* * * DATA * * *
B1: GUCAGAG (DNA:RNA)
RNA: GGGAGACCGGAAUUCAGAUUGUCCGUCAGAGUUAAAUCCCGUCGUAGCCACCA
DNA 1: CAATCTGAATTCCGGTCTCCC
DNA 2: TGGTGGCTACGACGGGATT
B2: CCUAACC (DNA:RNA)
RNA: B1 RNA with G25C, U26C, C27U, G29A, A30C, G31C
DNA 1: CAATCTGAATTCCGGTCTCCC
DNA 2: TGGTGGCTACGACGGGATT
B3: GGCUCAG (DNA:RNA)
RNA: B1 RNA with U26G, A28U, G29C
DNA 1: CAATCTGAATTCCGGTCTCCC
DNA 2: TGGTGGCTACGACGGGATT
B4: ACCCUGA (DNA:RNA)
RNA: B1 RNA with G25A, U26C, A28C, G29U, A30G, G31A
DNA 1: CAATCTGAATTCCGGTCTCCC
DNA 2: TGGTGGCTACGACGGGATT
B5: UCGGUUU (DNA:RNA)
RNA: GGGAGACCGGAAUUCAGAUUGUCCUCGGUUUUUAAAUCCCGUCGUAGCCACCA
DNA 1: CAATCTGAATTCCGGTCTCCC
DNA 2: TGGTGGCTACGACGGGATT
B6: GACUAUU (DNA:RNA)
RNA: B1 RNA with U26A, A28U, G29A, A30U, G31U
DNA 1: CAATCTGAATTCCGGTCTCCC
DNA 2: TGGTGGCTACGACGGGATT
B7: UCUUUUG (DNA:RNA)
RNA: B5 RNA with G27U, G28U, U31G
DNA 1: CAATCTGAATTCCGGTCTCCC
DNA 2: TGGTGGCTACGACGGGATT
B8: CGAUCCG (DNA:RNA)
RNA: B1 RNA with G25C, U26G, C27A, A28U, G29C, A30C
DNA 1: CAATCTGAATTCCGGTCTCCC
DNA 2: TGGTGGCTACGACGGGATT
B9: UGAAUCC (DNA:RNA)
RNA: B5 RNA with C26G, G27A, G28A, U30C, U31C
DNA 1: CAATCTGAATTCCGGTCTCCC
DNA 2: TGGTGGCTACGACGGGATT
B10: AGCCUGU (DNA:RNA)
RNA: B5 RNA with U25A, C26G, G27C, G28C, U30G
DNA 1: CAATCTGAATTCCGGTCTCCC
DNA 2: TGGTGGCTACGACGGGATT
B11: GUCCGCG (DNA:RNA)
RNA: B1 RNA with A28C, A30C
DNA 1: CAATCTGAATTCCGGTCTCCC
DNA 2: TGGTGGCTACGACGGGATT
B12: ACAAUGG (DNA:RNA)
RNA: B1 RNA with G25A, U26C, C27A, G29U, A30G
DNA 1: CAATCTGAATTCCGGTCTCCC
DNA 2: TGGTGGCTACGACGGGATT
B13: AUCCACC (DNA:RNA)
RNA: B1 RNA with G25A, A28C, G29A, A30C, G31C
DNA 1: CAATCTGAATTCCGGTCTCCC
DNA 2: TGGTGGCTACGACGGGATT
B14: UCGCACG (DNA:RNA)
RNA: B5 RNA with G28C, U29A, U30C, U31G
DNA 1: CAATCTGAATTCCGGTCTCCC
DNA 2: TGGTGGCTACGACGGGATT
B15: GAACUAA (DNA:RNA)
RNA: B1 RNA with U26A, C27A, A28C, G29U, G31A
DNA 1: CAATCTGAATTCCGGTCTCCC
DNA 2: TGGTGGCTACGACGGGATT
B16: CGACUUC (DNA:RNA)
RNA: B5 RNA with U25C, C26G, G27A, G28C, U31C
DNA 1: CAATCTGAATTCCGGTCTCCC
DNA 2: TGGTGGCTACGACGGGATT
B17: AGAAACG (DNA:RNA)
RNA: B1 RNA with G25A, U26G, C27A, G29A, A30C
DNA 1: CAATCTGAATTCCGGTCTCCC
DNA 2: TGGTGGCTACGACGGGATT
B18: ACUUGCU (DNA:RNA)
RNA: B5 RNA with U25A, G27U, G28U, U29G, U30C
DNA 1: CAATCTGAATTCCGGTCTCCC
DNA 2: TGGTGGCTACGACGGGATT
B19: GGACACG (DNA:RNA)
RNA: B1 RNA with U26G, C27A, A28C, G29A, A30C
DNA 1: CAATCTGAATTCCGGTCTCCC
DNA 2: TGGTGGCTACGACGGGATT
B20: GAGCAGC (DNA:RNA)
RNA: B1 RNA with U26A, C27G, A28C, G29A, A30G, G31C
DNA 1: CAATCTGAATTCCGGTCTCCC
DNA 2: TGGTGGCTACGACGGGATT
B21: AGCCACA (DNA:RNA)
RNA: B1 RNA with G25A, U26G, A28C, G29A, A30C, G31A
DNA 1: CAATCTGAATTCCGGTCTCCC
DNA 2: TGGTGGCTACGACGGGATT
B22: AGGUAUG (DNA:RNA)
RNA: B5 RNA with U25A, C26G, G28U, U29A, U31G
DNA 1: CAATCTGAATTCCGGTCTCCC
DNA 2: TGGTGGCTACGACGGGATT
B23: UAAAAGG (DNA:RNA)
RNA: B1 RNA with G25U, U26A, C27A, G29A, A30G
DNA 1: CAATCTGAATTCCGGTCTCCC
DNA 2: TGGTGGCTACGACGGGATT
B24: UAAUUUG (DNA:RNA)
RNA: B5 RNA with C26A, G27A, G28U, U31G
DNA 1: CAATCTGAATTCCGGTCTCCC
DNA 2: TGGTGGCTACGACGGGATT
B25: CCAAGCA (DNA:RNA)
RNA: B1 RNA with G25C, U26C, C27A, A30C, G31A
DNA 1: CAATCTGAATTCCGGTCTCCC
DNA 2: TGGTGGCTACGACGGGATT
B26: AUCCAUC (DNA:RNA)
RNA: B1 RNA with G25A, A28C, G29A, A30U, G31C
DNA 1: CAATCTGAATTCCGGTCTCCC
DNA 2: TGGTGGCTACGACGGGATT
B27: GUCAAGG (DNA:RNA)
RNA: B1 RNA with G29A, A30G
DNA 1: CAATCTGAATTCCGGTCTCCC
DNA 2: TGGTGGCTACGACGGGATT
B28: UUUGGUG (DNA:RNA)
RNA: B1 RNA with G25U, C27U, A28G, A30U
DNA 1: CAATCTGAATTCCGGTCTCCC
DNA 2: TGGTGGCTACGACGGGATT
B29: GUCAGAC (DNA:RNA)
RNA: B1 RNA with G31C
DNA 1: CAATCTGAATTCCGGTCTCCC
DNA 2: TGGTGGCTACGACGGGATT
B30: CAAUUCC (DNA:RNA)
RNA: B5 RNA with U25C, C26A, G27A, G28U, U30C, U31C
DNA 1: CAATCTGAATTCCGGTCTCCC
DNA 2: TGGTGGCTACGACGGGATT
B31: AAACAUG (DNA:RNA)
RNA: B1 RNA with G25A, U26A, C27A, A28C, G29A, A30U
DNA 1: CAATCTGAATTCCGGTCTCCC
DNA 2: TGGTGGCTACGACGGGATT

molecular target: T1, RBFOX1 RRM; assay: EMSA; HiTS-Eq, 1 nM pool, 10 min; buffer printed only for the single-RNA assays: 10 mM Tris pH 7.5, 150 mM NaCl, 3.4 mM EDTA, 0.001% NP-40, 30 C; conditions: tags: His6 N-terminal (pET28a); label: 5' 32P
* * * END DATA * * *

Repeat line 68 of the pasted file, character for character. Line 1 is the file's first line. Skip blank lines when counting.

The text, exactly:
DNA 2: TGGTGGCTACGACGGGATT